2. Jordan Robinson played 21 minutes and most nights this season, that will be ignored, not tonight.

Robinson through up at halftime of Friday night’s game and then went down to the floor in the closing seconds, walking off under his own power with a trainer to each side of him.

Dambrot praised Robinson’s first half but believed he “caved a little bit in the second half.” He finished with six points and six rebounds.

3. Perhaps the game changer in this one was Eric Williams Jr’s missed dunk with 7:38 remaining in the second half.

Duquesne was up four points at the time and Smith tried to alley oop the ball through traffic and Williams violently missed the dunk. Duquesne’s coaches all yelled in disapproval of the decision and Dambrot buried his face in his hands at the play.

It may not have seemed to be a big deal at the time but Duquesne still had momentum and this was the first true sign of that slipping away.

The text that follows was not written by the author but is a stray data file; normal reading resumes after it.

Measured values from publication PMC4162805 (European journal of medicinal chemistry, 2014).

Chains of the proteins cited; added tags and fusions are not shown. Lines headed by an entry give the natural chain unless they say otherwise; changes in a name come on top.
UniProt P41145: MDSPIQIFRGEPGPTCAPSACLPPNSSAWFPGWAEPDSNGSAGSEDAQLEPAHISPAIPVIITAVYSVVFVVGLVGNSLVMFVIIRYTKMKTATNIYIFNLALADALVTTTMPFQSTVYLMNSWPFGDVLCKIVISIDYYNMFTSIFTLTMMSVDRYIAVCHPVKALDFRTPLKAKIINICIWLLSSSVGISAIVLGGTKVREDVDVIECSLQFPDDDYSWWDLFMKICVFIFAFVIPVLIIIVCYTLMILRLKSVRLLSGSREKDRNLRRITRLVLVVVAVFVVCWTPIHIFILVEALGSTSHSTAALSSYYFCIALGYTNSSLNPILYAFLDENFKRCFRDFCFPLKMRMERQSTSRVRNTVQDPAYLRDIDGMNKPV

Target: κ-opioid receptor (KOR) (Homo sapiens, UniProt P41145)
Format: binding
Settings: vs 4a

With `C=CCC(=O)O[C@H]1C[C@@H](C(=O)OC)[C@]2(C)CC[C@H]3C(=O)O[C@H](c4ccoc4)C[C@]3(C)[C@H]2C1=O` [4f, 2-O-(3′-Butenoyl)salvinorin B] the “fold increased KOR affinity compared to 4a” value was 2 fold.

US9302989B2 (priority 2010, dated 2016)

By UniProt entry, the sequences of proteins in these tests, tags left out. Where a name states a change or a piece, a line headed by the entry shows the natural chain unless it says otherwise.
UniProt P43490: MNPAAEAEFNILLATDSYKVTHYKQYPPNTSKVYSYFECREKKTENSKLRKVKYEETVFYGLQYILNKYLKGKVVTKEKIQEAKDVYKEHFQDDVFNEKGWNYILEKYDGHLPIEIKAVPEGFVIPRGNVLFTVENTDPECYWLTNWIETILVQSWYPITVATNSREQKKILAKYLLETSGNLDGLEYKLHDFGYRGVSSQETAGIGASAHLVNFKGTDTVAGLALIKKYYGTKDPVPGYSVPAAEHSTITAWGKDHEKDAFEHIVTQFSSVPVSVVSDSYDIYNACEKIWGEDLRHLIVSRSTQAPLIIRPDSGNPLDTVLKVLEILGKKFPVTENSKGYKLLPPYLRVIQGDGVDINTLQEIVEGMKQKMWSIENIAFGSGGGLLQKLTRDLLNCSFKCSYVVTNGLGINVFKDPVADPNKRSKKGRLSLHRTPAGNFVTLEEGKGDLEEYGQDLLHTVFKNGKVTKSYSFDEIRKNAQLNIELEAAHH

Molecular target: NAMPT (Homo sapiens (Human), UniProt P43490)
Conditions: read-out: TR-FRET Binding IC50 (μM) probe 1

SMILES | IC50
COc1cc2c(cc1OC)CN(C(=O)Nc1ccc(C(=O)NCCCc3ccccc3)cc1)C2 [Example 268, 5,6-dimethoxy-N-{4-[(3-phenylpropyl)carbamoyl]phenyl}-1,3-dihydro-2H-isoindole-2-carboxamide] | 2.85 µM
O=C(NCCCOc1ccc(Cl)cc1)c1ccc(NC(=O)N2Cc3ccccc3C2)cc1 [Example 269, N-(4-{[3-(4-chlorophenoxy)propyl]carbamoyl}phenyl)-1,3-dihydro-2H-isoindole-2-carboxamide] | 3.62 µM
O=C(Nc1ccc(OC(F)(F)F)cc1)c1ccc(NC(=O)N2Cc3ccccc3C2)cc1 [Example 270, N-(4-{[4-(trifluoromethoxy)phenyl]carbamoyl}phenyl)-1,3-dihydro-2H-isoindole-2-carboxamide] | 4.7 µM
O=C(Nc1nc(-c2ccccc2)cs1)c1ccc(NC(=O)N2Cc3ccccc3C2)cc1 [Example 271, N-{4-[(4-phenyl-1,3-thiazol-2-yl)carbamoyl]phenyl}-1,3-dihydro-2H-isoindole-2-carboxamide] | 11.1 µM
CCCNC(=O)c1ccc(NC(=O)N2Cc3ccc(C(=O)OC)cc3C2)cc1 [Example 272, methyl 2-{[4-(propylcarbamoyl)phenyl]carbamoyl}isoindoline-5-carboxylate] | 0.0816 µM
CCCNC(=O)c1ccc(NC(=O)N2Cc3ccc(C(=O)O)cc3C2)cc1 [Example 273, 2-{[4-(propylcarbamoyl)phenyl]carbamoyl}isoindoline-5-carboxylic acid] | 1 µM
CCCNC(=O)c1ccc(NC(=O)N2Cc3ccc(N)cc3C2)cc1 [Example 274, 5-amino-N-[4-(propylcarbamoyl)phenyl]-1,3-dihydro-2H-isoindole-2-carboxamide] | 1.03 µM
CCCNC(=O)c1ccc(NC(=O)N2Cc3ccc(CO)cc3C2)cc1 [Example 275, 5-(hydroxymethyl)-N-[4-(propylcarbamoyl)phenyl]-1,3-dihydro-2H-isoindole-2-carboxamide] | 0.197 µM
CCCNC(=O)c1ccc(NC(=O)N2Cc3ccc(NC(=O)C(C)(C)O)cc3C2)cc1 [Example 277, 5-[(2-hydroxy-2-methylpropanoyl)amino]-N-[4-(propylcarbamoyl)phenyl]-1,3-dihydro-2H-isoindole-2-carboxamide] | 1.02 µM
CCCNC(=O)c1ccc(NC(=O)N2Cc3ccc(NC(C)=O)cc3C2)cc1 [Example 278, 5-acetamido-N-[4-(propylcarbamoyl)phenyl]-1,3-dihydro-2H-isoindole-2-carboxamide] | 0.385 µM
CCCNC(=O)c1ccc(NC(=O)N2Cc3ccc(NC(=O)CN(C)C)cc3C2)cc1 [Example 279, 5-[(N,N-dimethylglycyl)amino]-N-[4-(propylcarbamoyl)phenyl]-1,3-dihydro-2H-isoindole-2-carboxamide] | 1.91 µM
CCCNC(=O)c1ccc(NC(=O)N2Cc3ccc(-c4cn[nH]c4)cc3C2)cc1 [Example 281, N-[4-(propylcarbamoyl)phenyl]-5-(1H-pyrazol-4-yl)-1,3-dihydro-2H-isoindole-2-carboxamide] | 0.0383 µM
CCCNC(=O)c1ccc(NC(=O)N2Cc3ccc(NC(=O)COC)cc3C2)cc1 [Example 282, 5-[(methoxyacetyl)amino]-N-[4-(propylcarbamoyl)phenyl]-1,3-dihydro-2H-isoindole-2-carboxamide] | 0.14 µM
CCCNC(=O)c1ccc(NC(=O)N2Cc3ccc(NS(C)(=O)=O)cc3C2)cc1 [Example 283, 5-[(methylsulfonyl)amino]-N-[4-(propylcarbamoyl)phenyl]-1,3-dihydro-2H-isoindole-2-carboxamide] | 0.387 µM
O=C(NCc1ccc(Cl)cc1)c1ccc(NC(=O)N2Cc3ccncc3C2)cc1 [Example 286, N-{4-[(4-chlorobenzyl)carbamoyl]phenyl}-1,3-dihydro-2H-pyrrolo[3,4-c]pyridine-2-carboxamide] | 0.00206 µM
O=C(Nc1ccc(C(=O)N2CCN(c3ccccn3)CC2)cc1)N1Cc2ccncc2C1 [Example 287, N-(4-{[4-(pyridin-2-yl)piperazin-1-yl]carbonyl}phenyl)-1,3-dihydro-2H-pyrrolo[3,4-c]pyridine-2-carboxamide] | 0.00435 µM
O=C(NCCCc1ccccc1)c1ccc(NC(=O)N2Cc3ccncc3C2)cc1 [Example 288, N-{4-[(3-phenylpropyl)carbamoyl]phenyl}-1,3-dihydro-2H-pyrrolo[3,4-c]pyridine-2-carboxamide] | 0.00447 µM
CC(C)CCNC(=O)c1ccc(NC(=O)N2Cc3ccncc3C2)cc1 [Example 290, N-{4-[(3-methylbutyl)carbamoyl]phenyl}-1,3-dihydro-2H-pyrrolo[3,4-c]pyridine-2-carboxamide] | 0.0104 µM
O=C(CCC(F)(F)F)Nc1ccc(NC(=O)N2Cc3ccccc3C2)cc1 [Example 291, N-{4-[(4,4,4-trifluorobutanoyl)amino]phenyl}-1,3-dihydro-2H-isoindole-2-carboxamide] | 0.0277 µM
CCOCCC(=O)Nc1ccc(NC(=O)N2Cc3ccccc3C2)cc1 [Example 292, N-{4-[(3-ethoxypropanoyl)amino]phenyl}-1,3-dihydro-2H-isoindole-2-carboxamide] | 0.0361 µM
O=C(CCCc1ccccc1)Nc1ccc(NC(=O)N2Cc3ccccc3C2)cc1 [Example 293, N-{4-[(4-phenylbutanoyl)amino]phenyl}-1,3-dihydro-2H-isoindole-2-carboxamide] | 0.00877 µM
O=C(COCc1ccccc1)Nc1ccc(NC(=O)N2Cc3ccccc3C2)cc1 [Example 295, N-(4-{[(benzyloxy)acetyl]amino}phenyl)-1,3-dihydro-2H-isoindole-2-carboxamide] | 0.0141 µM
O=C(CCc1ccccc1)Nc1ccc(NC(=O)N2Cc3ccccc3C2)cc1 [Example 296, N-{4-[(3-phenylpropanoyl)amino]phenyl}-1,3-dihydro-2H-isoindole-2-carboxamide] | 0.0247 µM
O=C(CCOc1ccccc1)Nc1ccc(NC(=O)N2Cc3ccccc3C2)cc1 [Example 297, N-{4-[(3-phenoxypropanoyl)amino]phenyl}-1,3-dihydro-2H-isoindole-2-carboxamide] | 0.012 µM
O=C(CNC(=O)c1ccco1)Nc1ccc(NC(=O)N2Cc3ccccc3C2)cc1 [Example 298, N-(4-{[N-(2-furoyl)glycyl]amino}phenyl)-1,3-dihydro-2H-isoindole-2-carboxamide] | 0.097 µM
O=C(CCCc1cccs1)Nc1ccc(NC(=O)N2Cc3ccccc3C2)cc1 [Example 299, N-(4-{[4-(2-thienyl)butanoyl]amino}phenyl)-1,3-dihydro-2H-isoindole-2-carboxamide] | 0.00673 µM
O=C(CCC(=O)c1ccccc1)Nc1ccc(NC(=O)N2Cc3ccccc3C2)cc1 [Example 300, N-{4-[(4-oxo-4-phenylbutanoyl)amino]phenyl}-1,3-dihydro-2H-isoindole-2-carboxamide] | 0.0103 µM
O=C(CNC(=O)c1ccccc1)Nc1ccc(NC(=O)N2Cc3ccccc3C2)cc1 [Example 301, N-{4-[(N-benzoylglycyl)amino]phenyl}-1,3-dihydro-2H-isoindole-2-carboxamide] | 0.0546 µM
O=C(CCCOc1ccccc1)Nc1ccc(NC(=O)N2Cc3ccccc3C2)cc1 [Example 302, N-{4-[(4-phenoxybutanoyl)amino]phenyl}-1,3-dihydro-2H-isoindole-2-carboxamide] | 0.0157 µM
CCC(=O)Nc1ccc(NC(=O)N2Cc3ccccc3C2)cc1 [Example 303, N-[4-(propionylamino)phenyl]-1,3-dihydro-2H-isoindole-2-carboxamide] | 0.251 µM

This sequence certainly was not lost on Dambrot.

“The missed dunk was a bad play,” he said. “I don’t know what that was but it’s just a losing play. That’s coaching, you can’t dunk it, you just have to lay the ball in.”

Assessing the non-conference schedule 

Duquesne wraps up its non-conference slate 9-4 heading into a Christmas break of sorts.

This Duquesne team has found different ways to win and was able to use a portion of its schedule where the RPI of opponents was to its advantage and build a streak in the positive direction, to the tune of a seven-game winning streak.

“We improved,” Dambrot said. “We got a lot more work to do to weather the Atlantic 10. We were able to play competitively but we really have to play better if we want to win in the Atlantic 10.”